I’ve spent the last several months “woodshedding.” For thirty years, I’ve hidden the fact that I was musically illiterate. It’s nothing to be proud of, and last Spring I decided to do something about it.
The whole process began as the result of a present. A friend of mine in California found a book of Albert Ammons piano solos from 1941. I was determined to figure some of them out. From the first page on, I realized I had been playing some of the left hand figures incorrectly. Unfortunately, there were so many notes going in so many directions, three lines below the staff, four spaces above it, and this was just the damn bass (All Cows Eat Grass) clef. In the past, I would have framed the cover and forgot about the rest, but I decided, one last time, to try and teach myself how to read music.
I pulled out my copy of “Alfred’s Adult Piano Course One” and began with “Row, Row, Row Your F-ckin’ Boat.” I felt like a fool, and probably sounded like one. I was in the privacy of my bedroom, and indeed, there are more than a couple of scuff marks on the wall from those first few sessions.
I have severe attention deficit disorder. I am “outing” myself, in the hopes that anyone else with similar problems might benefit some of the practice regimens I used recently that helped me break through some lifelong walls. I have always loved playing music, but sitting down and staying focused has proved almost impossible. On a good day, I have attention span of a Bipolar Ferret in Manic phase, after two cans of Mountain Dew ( and that’s on a good day). The least little jingle from my “smart” phone, outside noise “Lke the idiot next door with the chain saw, what’s he doing? He know we’re not supposed to be, Damn, I remember when I worked at Camp Shenadoah, and that guy From Finland almost cut off his leg with the chain saw, what was his name? Esko, oh yeah, he used to fu… oops, sorry.”
One of my best high school friends ended up at Peabody Conservatory in Baltimore. She practiced eight hours a day, every day, Christmas and Holidays included. Eight hours a day? Even the thought of sitting still and focusing for one hour a day was discouraging. Somebody, somewhere passed on the following:
Set a kitchen timer to fifteen minutes. Just play around for fifteen minutes, but when the timer buzzes, stop. Now, go do something, reward yourself with fifteen minutes of cartoons.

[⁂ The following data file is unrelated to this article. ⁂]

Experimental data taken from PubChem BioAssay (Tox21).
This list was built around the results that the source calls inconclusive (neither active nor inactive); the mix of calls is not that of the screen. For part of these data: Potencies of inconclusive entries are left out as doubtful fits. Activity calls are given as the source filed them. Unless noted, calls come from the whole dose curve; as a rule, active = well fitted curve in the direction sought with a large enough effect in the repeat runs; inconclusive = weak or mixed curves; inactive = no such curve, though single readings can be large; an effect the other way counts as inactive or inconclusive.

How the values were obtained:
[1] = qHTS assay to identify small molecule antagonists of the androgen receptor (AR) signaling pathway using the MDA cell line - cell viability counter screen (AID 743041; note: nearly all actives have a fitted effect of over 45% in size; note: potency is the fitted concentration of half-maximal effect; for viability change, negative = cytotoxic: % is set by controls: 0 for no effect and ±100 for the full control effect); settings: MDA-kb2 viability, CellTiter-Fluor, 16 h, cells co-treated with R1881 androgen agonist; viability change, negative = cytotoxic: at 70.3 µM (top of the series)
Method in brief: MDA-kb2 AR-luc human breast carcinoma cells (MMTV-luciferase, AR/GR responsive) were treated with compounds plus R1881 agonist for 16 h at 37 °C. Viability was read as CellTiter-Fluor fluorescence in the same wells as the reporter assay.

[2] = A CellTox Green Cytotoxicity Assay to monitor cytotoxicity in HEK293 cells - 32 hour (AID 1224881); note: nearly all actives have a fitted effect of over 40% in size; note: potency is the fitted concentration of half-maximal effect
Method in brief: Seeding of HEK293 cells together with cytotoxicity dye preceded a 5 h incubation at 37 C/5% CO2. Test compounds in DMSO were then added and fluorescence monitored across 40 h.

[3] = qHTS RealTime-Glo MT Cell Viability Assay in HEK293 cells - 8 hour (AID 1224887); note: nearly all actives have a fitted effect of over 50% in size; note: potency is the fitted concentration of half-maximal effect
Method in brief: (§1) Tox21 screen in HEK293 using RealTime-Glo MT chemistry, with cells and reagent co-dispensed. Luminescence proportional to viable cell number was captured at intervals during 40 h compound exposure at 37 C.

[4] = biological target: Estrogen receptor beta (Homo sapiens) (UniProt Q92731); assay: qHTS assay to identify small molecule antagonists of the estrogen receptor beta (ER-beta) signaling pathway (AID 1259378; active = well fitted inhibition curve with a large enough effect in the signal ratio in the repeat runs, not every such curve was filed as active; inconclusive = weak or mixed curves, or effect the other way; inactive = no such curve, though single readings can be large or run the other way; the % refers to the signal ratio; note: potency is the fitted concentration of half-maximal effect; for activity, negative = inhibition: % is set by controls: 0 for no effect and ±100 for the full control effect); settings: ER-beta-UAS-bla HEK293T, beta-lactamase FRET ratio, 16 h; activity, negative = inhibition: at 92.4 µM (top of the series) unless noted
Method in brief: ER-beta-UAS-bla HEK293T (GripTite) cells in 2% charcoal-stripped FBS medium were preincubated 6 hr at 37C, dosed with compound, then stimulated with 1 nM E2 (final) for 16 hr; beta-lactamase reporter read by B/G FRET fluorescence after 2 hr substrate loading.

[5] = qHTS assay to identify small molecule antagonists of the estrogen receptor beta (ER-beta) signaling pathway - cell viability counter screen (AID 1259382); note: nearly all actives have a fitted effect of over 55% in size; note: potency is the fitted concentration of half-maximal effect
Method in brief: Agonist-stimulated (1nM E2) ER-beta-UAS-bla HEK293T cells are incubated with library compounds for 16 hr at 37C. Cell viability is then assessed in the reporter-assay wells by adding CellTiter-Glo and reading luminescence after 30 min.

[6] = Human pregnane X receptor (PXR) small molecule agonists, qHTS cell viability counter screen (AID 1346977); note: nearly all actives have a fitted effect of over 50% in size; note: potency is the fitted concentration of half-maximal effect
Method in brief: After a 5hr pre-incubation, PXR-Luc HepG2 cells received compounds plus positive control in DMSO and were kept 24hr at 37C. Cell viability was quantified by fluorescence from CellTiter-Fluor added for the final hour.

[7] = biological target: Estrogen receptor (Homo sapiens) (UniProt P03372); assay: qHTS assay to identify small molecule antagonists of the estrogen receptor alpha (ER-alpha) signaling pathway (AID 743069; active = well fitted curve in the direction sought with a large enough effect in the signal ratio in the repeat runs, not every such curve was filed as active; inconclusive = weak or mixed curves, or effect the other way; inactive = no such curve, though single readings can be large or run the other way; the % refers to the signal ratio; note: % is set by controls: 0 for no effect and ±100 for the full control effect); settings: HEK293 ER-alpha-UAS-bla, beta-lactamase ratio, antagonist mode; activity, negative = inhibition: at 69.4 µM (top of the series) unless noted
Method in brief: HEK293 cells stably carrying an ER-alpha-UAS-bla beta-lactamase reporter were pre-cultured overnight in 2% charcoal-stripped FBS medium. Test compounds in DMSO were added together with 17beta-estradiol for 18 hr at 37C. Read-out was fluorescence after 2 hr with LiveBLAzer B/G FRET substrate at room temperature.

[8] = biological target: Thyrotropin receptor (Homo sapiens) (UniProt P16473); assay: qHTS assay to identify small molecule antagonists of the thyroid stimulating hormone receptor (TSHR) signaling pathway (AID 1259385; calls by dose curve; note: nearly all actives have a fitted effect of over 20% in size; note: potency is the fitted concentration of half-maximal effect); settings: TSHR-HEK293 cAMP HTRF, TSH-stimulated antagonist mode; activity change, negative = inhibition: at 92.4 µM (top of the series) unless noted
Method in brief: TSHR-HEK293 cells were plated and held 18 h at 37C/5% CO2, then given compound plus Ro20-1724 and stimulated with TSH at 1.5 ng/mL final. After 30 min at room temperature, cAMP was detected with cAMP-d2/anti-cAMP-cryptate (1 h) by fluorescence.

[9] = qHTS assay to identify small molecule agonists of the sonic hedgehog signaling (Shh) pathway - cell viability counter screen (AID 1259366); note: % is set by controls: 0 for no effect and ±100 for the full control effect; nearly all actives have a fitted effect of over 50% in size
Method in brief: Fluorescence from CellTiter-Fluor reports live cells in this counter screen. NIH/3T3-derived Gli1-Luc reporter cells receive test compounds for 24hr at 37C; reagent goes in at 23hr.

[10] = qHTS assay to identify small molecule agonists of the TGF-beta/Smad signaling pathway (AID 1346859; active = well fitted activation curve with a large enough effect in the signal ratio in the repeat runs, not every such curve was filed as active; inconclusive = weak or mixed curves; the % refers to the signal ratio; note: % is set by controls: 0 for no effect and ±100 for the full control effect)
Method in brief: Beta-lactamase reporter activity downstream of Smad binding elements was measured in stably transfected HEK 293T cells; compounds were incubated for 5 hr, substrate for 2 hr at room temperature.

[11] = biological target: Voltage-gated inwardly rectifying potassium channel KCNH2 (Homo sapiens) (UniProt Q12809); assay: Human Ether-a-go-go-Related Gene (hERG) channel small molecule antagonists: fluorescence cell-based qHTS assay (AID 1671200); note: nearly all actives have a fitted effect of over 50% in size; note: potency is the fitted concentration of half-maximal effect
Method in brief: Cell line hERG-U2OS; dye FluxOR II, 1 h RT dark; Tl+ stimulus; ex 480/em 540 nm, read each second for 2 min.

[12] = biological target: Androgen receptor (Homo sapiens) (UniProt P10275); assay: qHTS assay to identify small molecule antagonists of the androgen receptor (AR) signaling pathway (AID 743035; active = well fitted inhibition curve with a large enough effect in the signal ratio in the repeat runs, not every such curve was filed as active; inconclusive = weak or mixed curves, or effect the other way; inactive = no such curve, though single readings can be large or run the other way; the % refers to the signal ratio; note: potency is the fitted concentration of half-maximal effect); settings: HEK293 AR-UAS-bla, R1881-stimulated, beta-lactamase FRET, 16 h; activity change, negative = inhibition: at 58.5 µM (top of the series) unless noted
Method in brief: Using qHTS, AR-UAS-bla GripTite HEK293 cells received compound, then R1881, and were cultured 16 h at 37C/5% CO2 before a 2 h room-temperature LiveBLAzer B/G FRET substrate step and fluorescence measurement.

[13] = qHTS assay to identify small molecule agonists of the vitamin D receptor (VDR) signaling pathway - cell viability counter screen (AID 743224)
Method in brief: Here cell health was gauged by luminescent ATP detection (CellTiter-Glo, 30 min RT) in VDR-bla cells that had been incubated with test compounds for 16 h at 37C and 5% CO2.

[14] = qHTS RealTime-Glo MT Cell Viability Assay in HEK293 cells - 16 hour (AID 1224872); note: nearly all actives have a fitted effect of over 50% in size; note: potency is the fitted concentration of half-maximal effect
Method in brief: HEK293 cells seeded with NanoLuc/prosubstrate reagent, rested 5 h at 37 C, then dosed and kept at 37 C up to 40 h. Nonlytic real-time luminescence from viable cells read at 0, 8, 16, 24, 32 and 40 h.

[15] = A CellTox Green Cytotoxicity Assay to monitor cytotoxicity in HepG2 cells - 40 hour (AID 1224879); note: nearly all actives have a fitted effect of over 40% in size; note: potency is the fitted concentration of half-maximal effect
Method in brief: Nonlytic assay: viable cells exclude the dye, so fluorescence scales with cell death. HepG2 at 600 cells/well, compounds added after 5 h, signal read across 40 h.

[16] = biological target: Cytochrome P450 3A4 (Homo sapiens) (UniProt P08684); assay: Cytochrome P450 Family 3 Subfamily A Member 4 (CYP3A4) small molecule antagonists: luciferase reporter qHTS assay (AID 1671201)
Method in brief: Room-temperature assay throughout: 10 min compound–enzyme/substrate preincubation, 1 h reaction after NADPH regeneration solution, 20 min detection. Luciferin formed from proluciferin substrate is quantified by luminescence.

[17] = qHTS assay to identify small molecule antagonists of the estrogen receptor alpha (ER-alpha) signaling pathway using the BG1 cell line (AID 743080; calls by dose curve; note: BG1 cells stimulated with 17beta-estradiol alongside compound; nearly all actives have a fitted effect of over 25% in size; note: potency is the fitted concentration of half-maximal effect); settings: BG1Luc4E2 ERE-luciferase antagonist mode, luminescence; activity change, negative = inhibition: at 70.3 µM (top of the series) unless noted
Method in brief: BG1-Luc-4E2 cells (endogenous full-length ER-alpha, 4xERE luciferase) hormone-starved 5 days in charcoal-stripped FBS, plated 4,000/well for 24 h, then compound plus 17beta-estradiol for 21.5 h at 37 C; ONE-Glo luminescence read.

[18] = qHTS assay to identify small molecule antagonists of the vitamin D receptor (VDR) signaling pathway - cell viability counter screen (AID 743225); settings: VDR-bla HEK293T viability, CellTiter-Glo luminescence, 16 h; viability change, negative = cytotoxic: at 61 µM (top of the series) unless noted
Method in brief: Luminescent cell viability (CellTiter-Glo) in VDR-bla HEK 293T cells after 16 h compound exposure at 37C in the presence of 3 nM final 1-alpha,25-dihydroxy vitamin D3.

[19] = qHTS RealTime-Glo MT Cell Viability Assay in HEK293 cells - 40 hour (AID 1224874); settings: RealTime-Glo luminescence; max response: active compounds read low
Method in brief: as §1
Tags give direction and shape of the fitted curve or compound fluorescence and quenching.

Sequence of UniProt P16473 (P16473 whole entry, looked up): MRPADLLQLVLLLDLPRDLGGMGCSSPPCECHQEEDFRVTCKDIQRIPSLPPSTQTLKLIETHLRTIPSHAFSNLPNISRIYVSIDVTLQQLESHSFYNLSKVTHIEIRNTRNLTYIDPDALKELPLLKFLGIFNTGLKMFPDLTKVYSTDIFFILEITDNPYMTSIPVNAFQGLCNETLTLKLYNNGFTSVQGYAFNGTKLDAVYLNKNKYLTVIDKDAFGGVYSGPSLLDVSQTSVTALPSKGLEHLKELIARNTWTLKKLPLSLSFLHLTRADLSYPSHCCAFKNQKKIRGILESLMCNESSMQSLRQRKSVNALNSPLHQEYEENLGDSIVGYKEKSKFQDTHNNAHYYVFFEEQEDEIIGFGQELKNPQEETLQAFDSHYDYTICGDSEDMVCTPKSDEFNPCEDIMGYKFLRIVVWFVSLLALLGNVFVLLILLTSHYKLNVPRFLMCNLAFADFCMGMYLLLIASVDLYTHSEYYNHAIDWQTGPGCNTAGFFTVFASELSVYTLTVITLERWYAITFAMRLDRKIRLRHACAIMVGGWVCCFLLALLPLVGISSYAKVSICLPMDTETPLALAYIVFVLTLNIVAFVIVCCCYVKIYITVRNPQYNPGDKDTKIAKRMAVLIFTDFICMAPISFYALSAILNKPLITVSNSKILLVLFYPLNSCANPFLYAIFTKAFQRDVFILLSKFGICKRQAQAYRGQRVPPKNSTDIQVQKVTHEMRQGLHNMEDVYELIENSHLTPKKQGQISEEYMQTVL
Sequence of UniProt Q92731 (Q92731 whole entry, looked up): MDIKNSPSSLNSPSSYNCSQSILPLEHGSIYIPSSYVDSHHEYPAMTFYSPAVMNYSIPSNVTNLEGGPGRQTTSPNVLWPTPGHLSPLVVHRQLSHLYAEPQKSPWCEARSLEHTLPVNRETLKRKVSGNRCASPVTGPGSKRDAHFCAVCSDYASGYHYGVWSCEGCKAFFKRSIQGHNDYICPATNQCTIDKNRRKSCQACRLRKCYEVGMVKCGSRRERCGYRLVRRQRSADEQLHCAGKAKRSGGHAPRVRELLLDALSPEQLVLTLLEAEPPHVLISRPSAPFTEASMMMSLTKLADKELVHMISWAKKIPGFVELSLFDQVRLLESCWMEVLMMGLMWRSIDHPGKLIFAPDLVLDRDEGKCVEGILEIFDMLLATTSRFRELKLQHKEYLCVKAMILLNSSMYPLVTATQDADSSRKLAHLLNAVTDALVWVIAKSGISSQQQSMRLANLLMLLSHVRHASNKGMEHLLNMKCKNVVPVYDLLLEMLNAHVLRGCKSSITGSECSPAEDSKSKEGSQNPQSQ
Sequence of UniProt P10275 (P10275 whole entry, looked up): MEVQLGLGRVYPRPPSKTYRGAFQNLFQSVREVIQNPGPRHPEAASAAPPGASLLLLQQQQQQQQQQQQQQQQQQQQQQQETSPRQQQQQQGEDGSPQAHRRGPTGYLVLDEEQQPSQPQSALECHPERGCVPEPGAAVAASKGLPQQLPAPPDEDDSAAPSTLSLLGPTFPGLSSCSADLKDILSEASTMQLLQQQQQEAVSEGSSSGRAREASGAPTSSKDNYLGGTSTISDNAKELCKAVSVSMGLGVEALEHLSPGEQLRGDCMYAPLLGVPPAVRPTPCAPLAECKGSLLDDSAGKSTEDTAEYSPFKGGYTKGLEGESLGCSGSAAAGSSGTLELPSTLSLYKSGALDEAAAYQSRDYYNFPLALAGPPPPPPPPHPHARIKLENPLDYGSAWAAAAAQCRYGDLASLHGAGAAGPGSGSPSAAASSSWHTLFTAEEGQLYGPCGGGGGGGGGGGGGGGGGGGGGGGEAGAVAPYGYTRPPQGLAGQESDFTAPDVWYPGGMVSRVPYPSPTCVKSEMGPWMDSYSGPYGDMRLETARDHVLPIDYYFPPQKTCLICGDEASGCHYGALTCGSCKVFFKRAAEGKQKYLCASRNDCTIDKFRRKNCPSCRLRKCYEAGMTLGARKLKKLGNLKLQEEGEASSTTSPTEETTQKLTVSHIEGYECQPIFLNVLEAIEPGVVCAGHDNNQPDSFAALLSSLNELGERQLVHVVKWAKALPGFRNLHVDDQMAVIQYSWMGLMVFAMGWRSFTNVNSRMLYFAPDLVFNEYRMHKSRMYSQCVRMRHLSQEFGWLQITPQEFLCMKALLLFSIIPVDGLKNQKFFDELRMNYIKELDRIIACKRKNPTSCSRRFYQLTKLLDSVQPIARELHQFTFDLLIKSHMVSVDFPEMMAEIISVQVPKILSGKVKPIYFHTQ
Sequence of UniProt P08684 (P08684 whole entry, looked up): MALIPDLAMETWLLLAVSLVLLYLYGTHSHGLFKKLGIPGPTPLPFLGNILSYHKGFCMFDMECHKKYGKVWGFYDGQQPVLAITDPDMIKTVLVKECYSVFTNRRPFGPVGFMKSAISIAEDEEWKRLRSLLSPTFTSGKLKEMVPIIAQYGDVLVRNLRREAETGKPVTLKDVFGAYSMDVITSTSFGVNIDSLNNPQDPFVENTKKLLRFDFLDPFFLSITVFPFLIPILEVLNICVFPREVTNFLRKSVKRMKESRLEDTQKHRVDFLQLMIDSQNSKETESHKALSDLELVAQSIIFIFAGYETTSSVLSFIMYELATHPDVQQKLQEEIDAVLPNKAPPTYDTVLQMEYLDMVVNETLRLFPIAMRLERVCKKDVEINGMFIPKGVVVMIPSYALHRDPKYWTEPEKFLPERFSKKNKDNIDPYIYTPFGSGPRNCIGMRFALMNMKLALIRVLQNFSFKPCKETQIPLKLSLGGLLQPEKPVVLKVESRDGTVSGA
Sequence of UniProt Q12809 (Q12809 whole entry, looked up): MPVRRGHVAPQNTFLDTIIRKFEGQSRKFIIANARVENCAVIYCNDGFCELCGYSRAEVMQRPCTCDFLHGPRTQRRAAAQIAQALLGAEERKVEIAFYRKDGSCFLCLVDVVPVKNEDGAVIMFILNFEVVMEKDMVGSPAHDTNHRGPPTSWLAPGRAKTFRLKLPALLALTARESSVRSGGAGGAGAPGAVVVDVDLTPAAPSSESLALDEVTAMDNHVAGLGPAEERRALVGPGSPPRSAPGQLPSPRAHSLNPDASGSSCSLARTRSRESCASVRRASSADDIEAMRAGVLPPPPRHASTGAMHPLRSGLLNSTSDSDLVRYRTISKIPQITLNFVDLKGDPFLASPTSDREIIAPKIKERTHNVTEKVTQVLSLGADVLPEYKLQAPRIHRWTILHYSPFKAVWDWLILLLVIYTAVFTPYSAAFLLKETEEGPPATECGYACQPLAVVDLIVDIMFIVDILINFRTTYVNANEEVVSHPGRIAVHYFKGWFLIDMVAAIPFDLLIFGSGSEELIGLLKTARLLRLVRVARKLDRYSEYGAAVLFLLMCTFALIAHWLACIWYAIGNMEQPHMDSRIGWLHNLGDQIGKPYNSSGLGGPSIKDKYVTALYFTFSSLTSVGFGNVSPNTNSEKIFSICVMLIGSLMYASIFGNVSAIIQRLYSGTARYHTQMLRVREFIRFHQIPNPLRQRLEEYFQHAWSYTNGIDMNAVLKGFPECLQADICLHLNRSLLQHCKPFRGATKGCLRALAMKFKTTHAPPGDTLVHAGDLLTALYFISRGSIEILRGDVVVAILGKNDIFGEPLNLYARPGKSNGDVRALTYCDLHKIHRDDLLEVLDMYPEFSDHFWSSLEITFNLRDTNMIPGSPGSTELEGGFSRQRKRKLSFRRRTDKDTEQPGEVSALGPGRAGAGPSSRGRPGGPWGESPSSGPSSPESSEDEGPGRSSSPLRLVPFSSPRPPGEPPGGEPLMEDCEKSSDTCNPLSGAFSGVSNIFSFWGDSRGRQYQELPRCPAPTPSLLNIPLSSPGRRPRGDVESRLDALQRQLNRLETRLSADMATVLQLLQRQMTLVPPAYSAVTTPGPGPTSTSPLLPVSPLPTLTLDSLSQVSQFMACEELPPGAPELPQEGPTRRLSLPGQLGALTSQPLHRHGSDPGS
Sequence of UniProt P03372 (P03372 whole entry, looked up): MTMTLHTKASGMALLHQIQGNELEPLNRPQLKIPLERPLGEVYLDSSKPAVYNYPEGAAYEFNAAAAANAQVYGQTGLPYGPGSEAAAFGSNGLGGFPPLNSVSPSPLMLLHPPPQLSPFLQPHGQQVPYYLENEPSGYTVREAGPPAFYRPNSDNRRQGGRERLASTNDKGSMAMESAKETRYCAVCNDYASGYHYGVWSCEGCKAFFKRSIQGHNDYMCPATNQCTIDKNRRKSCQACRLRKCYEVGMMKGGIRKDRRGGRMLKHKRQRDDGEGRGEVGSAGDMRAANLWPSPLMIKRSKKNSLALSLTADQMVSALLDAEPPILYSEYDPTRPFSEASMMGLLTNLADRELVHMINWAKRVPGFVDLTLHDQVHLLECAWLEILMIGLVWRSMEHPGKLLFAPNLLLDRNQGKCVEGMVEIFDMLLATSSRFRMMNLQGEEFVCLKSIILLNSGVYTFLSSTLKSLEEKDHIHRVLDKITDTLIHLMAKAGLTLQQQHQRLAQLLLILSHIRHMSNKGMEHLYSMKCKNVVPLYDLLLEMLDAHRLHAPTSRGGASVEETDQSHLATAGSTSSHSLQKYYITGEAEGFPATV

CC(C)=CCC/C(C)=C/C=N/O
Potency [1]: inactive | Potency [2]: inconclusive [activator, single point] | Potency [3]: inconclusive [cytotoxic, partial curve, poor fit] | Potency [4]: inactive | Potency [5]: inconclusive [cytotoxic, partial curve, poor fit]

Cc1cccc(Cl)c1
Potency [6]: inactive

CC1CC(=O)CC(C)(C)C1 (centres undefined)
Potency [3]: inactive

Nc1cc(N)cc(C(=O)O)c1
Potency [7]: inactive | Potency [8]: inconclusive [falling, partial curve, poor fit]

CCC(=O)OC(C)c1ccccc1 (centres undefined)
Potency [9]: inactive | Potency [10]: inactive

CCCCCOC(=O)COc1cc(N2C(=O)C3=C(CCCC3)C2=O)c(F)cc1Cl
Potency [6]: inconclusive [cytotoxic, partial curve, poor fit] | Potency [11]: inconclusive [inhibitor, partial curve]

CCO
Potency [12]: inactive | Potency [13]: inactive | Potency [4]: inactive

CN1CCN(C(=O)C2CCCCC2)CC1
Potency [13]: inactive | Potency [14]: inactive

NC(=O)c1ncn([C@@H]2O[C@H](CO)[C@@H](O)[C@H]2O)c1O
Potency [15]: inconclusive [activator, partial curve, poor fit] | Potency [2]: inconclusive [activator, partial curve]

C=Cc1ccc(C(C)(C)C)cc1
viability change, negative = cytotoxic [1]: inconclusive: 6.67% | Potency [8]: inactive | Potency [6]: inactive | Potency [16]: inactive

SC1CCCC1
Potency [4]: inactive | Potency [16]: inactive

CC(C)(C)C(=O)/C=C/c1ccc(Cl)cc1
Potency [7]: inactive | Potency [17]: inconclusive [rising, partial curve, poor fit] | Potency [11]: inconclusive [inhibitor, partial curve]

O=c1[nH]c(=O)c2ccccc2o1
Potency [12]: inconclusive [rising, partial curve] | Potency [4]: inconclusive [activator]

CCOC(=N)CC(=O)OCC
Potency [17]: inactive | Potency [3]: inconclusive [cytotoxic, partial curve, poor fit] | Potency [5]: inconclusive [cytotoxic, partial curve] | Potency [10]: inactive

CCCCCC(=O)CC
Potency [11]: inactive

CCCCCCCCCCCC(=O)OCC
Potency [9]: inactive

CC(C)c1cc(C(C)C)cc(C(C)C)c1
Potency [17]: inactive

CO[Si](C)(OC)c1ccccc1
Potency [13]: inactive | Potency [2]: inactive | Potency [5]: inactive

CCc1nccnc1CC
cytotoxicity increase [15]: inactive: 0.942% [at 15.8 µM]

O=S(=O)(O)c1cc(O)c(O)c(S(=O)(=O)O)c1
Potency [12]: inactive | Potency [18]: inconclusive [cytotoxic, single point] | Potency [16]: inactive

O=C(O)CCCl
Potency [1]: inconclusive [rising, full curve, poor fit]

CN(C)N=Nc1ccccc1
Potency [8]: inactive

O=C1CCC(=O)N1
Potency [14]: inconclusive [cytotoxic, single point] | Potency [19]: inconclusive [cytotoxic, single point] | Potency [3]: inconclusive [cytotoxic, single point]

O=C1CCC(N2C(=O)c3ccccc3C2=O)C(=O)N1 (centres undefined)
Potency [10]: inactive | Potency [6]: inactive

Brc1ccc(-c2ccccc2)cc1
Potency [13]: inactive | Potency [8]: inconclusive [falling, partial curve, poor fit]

Solid, can do.
Sure enough, the fifteen minutes flew by, and somewhere in the middle of the dreaded key of A Flat, I was saved by the buzzer.
I took a break.
I sat down for another fifteen minutes and played some slow boogie woogie.
I took me the better part of three hours, but I put in one whole hour of practice.
I did that four times in the first week.
The second week, I increased the intervals to twenty minutes.
Week Two found me ignoring the buzzer and playing for a few more minutes at the end of each cycle.
I had also begun actually being able to pick out a few of the more familiar notes on the staff in the keys of C, F and G.
I began testing myself while eating dinner. I would draw out a musical staff on the back of an envelope from a bill collector (plenty of those around) and write out the notes on the bass and treble clefs.
I screwed up the nerve to try the Ammons book again. I broke it down by measure, and then by individual note.
Lo and behold, I realized how he played this one lick that I had been trying to figure out for years. I actually got a little emotional. I can do this.
I felt like I had just aced that spelling test in First Grade. Two hours later, my hands were getting tired, and the sun was coming up.
Back in 1967, I bought a book titled “Swing and Progressive Styles for the Piano” by John Mehegan. For some reason, I’ve kept it all these years. I must have looked at no less than a dozen times and given up. Even for someone who reads music, it’s a challenge. This is not “Jazz Made Easy” it’s a serious book for serious players. Joey Defrancisco lists it in the back of his technique book, Horace Silver and Bill Evans wrote the intros. There are transcriptions of Lester Young and Art Tatum (132nd note arpeggios??) solos in the original keys, many of them in the dreaded A Flat. There are sub chords, turn-arounds, numerous standards in numerical transpositions, and page after page of walking tenth chords (a major triad with the third displaced up an octave, requiring a hand stretch of ten notes), and he expects you to learn them in every damn key, along with the relative minors. One of the by-products of my “disorder” is the ability to recognize and utilize patterns. Take away the Pentatonic runs, embellishment tones and chord inversions and most popular music is “Row, Row, Row, Your Boat,” with a Conk. (editor’s note)
On September 28, I will turn Fifty Eight years old. Twelve months ago, I was hobbling around, facing long-term dependence on painkillers and a cane. A lot had changed since then.
Thanks to Dr. Manderson, I no longer need the cane.
Thanks to Dr. Meetze, I no longer need the crutch.
Thanks to Chip Eagle, I have a weekly commitment that demands a clear mind and full faculties.
Thanks to Duane Straub (who gave me the Ammons book), I understand John Mehegan.
…And thanks to John Mehegan, I play a very cool arrangement of “Row, Row, Row Your Freakin’ Boat.”